Understaffed hospitals in need of nurses amid COVID-19 surge

A dramatic spike in COVID-19 cases, primarily due to the highly infectious Delta variant, is weighing heavily on nurses, which are already in short supply.

The number of people hospitalized with COVID has surged in recent weeks. Some hospitals say they are caring for as many patients as they did during the last COVID surge back in January. It is beginning to feel like déjà vu.

"We’re having to send patients to overflow areas like last year," said Hershey Pyle, a registered nurse for more than 40 years.

Many nurses say their hospitals have been understaffed for years, and this new wave of COVID patients is making their plight worse.

To fill staff positions, hospitals are offering nurses hundreds of dollars on top of their regular daily pay to pick up an extra shift.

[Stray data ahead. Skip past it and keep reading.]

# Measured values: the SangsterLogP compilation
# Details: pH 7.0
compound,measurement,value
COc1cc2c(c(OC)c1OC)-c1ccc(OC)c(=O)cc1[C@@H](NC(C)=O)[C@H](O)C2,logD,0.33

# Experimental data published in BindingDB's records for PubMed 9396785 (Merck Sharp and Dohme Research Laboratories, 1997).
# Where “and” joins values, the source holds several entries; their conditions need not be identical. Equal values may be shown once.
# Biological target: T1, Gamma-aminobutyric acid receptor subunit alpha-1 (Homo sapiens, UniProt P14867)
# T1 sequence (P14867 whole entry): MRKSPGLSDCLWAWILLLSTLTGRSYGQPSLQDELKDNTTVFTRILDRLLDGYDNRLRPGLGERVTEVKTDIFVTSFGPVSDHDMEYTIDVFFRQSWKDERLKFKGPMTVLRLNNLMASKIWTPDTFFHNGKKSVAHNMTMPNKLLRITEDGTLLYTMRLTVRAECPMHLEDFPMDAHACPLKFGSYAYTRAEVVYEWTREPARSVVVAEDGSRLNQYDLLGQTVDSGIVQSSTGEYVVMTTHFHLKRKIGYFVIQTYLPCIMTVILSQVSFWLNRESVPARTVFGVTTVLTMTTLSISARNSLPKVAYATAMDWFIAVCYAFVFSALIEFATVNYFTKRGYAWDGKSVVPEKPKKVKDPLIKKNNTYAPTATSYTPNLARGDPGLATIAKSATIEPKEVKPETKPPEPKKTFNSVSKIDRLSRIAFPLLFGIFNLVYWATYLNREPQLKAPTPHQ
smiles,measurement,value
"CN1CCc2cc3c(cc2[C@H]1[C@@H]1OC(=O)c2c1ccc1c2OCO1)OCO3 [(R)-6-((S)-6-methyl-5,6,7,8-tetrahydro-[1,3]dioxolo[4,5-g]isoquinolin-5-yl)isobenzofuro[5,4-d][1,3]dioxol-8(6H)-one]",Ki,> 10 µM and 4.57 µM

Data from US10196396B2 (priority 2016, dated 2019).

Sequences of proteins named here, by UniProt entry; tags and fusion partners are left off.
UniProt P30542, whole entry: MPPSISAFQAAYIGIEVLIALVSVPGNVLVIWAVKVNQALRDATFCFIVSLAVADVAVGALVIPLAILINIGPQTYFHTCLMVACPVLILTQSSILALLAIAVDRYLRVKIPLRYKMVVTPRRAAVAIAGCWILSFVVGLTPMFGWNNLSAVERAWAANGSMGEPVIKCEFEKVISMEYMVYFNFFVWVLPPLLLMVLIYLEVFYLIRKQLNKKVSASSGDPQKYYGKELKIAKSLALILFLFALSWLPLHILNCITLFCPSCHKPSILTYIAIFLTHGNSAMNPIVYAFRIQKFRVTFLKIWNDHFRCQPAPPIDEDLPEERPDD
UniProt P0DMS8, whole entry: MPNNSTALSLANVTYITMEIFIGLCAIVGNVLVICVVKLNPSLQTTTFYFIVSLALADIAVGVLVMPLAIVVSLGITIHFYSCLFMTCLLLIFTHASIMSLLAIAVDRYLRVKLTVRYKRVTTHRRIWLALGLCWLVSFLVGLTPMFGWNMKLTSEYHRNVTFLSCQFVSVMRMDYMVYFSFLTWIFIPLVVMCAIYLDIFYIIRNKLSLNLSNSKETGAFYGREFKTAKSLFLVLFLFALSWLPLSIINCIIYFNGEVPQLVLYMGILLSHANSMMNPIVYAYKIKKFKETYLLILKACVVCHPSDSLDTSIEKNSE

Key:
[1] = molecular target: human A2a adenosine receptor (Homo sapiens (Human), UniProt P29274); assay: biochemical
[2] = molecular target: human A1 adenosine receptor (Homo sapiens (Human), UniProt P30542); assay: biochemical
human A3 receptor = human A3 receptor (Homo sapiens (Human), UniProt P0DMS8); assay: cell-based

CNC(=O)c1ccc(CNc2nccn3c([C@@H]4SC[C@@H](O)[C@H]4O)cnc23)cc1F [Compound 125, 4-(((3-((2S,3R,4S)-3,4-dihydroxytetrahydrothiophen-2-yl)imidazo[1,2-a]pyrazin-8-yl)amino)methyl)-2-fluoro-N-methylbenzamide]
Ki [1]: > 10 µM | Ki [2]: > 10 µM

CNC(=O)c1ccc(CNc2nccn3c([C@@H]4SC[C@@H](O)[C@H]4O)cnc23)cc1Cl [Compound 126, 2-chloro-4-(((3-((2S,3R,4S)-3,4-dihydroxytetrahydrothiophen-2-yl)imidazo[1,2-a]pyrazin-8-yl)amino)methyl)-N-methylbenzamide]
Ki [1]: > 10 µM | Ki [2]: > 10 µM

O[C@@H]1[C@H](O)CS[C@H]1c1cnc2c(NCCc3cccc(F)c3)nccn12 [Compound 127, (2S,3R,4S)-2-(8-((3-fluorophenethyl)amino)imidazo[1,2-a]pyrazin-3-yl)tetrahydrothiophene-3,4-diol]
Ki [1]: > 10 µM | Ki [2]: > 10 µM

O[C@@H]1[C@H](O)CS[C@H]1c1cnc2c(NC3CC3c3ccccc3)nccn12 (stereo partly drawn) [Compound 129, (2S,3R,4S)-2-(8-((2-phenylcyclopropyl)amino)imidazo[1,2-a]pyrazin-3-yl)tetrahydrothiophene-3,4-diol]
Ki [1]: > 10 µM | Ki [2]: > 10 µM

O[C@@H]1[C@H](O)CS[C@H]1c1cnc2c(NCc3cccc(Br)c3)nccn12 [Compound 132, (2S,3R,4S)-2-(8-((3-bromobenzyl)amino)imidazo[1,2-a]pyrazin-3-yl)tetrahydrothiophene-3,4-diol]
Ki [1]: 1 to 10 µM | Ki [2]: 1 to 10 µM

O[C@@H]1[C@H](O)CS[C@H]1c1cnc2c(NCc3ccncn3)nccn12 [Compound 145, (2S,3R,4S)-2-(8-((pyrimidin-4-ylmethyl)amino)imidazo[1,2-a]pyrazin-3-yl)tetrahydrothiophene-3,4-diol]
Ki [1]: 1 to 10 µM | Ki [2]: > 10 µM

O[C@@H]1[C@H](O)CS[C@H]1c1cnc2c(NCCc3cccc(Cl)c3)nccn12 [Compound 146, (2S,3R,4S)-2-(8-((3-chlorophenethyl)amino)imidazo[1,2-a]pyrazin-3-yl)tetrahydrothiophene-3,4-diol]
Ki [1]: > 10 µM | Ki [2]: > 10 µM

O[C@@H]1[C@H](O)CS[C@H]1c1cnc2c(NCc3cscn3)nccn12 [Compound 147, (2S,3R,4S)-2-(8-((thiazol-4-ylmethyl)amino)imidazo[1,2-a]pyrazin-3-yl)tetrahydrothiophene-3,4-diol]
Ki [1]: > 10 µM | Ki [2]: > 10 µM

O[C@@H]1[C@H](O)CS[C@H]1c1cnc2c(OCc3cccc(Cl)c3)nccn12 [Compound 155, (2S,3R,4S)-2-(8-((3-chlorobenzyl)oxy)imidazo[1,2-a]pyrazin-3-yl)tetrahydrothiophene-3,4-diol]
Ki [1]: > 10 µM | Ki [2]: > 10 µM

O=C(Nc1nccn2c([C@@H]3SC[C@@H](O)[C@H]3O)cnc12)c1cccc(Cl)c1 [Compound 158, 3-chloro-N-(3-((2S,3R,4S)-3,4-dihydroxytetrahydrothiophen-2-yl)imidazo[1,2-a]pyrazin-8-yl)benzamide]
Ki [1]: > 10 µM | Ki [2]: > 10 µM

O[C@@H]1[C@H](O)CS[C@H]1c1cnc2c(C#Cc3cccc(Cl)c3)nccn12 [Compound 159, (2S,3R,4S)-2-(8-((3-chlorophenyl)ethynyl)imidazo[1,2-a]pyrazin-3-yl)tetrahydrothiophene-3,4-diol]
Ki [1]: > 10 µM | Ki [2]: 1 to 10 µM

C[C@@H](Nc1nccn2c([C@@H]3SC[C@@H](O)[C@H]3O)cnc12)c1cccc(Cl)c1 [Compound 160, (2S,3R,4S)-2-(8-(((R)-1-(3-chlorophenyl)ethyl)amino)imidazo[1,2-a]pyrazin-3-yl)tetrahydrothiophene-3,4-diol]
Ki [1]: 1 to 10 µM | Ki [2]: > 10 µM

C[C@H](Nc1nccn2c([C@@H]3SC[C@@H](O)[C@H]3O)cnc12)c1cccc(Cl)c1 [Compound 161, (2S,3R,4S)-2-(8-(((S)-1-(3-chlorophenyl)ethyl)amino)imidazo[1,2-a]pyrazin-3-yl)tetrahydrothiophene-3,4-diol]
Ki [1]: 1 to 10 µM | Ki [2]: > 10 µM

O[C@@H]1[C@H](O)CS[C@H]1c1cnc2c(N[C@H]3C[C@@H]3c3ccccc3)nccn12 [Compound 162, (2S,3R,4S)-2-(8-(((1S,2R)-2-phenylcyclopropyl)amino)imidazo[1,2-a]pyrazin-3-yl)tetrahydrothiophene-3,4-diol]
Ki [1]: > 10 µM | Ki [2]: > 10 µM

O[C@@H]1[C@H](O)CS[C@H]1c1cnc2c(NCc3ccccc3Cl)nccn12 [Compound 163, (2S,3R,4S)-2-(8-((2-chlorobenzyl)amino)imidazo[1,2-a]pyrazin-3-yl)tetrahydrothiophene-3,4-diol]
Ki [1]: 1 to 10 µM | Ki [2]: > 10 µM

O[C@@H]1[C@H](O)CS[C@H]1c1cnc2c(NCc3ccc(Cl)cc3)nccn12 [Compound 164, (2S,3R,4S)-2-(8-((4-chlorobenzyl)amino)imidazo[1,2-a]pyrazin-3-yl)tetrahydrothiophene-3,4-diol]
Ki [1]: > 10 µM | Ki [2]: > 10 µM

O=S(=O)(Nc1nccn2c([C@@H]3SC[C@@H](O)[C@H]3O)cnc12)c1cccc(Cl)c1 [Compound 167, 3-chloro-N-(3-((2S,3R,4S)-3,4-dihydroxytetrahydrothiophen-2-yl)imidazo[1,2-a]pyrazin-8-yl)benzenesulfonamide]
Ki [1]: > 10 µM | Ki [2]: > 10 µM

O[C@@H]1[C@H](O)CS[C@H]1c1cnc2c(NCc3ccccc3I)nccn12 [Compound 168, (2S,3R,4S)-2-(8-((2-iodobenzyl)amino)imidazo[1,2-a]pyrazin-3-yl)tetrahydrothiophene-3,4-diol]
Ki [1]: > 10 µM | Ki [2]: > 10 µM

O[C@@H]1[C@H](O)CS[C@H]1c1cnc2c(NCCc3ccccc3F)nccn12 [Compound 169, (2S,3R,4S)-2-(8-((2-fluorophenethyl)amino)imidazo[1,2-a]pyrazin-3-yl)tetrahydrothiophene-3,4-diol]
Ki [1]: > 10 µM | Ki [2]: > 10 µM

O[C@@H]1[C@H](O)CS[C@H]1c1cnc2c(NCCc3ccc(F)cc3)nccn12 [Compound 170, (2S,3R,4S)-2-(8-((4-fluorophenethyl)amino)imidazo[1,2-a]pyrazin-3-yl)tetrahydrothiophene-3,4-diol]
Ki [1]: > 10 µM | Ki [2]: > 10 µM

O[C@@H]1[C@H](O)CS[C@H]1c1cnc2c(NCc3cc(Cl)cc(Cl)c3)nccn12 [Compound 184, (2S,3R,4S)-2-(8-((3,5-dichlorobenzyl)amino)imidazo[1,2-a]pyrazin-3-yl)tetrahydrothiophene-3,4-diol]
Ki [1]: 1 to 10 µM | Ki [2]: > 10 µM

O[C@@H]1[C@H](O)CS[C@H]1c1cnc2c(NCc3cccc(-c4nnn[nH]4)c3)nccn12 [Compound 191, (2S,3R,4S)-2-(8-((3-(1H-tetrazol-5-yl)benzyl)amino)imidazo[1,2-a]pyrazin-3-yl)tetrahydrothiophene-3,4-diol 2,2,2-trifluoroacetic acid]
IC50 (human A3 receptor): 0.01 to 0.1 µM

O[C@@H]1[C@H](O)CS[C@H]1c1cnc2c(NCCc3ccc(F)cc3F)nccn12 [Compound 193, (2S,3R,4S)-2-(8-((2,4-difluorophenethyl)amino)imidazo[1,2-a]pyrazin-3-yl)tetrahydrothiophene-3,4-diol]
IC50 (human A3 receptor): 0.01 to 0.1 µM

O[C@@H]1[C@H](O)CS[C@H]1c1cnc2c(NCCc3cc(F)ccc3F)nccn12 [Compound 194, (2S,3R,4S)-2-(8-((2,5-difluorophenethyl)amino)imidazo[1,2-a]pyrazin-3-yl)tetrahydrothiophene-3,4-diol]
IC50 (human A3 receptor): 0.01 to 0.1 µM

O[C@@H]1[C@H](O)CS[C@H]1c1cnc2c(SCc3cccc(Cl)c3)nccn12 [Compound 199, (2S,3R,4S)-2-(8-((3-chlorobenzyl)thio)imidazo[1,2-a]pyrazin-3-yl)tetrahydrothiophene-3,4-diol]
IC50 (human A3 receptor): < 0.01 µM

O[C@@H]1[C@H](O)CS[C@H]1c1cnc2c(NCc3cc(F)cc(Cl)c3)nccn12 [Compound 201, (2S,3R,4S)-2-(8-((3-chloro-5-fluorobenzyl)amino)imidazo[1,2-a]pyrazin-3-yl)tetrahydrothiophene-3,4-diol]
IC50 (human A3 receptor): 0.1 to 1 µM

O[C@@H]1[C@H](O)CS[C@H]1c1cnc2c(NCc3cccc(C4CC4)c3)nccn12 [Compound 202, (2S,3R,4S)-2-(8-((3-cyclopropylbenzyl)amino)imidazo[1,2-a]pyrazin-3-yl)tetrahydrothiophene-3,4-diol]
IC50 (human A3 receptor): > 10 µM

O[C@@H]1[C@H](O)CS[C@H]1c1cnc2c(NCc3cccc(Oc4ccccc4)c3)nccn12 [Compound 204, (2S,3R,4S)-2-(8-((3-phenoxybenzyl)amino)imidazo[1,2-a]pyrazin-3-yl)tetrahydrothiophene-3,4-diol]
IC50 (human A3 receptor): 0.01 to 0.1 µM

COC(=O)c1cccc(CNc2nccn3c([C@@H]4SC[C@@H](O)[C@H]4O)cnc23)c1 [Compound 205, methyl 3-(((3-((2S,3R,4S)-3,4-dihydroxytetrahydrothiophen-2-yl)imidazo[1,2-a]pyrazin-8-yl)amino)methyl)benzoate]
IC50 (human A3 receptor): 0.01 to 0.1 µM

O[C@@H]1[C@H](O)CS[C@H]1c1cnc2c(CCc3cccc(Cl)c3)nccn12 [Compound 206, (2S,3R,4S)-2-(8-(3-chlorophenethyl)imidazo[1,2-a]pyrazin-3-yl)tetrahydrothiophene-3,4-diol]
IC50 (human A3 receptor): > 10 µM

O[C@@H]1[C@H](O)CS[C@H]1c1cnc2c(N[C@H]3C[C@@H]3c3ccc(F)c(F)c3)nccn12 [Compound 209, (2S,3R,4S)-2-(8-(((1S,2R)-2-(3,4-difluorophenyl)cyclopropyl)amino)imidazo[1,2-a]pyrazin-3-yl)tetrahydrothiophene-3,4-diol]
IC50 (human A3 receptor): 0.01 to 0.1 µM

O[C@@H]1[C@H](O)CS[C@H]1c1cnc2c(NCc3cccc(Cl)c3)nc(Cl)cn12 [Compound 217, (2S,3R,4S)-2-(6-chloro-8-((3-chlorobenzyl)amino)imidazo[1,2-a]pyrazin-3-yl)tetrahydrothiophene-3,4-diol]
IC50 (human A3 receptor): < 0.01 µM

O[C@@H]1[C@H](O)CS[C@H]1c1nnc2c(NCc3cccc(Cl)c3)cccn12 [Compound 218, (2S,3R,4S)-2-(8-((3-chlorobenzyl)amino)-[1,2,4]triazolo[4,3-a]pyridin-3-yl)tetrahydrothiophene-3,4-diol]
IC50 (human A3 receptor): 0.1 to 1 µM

"You have those nurses becoming exhausted and it’s just a vicious cycle of having enough nurses and them quitting because they’re exhausted," said Tiffany McMahan, a registered nurse.

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At one hospital, Lakeland Regional Medical Center, administrators are taking a creative approach to recruiting new nurses and other staff.

It’s called "Walk in Wednesdays," and potential hires can just walk in without an appointment and apply.

"The intent of that was to make the application process convenient, personal, and simple," explained Scott Dimmick, head of Human Resources for Lakeland Regional.

The facility hopes to hire 150 new nurses over the next few months.

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Union leader, Ed Chambers, who represents thousands of nurses including those at Lakeland Regional, says another part of the solution is to reduce the number of COVID patients coming into the hospital in the first place by encouraging people to get vaccinated.

"It may not prevent you from getting the disease or illness, but it will prevent you from dying," he said.

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